The Filipino, Diaspora and a Continuing Quest for Identity

Almond N. Aguila


Defining Filipinoness has been problematic throughout history. Previous studies have focused on the persistent impact of the colonial experience on Filipinos (Bernad, 1971; Constantino, 1977; Enriquez, 1992; Yacat, 2005). Some scholars have framed their understanding vis-a-vis the search for a national consciousness resulting in a unif ied Filipino identity (Anderson, 1983; Constantino, 1969). But in the age of globalization, statehood and nationhood have become questionable concepts (Adamson & Demetriou, 2007; Ahmad & Eijaz, 2011; Guéhenno, 1995; Omae, 1995). Who has the Filipino become amid a modern-day diaspora? I propose an analysis of history not as archival and disconnected from the present but as part of an ongoing story of identity formation. Recognition is given to kapwa, a view of self-and-other as one. This indigenous ontology offers a postmodern lens to understand the complexities of being Filipino through time and space. For contemporary Filipinos, identity formation may involve a continuing resistance against colonialism now set amid the diaspora in the digital age. This article further presents an alternative view of Filipinoness by arguing that diasporics remain Filipino despite physical estrangement from the Philippines. An essential point echoed from other scholars is how cultural identity should not be seen as singular and unchanging (Hall, 1990; Said, 1993/2012). Rather, Filipinoness may refer to evolving, varied and fluid Filipino identities. This evolution involves a past that folds into the present and impacts the future in locations around the world.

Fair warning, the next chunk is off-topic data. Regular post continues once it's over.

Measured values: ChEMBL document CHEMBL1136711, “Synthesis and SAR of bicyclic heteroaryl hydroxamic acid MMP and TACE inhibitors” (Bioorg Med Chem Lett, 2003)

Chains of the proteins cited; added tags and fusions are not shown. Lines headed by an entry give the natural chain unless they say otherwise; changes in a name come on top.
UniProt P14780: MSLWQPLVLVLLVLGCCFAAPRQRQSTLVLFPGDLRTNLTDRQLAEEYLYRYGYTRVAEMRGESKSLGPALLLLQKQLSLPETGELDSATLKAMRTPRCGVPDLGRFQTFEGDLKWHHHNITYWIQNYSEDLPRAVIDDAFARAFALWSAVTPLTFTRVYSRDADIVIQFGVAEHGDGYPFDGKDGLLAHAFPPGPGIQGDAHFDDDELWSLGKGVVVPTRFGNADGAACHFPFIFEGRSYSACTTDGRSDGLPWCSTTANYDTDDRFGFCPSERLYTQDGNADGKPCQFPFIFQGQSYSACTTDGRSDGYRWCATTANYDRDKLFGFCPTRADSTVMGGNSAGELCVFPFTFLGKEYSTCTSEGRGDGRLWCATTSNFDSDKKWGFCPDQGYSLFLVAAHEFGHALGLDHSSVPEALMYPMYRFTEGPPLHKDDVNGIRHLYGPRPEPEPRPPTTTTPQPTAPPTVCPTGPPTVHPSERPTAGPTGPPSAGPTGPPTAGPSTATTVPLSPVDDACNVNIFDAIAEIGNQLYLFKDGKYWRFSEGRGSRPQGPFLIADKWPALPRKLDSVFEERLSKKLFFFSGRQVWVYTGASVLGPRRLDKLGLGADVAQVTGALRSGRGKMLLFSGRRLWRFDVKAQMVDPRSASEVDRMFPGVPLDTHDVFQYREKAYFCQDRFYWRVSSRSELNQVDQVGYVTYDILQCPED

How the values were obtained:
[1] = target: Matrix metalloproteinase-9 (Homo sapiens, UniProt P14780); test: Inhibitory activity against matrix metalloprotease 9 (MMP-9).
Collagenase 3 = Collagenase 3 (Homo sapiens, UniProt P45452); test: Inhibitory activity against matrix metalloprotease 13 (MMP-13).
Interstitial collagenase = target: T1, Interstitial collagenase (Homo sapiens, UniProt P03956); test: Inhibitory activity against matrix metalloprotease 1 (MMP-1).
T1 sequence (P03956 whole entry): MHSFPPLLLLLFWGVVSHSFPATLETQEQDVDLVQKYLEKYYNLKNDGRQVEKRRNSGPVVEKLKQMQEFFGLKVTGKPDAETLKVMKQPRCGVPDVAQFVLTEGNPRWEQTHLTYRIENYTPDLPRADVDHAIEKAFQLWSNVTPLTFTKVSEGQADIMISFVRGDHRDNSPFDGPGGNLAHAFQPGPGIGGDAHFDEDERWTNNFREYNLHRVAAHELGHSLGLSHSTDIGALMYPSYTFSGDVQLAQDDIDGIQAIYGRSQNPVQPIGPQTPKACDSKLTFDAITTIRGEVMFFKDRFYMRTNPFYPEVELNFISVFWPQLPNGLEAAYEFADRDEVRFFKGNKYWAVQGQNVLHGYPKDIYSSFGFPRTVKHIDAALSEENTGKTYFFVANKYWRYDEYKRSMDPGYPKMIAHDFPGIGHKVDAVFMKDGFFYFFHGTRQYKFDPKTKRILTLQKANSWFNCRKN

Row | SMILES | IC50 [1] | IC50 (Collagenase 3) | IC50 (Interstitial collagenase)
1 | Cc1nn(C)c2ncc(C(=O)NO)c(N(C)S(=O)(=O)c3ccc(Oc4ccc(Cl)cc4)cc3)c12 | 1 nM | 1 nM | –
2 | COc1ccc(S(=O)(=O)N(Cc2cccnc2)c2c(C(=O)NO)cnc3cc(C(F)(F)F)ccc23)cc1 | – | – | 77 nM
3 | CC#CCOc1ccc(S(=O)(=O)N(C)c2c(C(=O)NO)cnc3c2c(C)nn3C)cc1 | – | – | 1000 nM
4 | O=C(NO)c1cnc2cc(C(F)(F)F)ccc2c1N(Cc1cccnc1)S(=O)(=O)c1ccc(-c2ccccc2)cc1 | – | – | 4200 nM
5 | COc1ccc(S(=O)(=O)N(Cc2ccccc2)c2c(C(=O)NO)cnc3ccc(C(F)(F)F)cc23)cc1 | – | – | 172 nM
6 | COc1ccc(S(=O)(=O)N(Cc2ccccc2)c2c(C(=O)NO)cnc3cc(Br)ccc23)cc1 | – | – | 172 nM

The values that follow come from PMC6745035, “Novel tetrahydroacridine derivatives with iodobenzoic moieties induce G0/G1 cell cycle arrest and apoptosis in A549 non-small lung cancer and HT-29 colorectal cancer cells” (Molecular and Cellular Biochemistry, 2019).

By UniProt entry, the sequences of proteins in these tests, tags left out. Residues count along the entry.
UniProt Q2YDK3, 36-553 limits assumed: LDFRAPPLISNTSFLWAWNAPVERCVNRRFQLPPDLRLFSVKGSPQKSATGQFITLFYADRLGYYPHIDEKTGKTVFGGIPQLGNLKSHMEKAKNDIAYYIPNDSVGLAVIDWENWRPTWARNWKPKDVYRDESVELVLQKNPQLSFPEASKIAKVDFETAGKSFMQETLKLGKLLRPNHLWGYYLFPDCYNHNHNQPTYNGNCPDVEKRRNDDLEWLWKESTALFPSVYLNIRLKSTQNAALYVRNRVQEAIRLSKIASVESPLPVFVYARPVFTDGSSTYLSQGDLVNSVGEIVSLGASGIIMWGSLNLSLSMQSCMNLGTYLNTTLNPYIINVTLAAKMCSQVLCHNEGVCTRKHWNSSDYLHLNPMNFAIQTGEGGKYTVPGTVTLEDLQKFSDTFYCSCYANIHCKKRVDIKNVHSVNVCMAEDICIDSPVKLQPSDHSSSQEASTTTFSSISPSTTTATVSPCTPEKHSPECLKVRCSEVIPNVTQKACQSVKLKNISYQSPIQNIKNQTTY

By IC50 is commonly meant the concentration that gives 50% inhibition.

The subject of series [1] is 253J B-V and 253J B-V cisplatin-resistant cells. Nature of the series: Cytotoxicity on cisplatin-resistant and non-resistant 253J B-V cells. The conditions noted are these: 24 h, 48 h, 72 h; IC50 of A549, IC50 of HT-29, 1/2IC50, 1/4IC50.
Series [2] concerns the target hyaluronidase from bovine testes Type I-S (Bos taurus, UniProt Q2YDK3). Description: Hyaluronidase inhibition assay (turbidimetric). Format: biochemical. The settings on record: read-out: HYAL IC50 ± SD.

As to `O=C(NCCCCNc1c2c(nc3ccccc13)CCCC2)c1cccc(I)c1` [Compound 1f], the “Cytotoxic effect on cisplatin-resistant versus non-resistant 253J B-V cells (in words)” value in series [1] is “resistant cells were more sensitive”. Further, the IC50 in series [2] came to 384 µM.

Keywords: Filipino identities, Filipino diaspora, Facebook, social media, overseas Filipinos, diasporic identity

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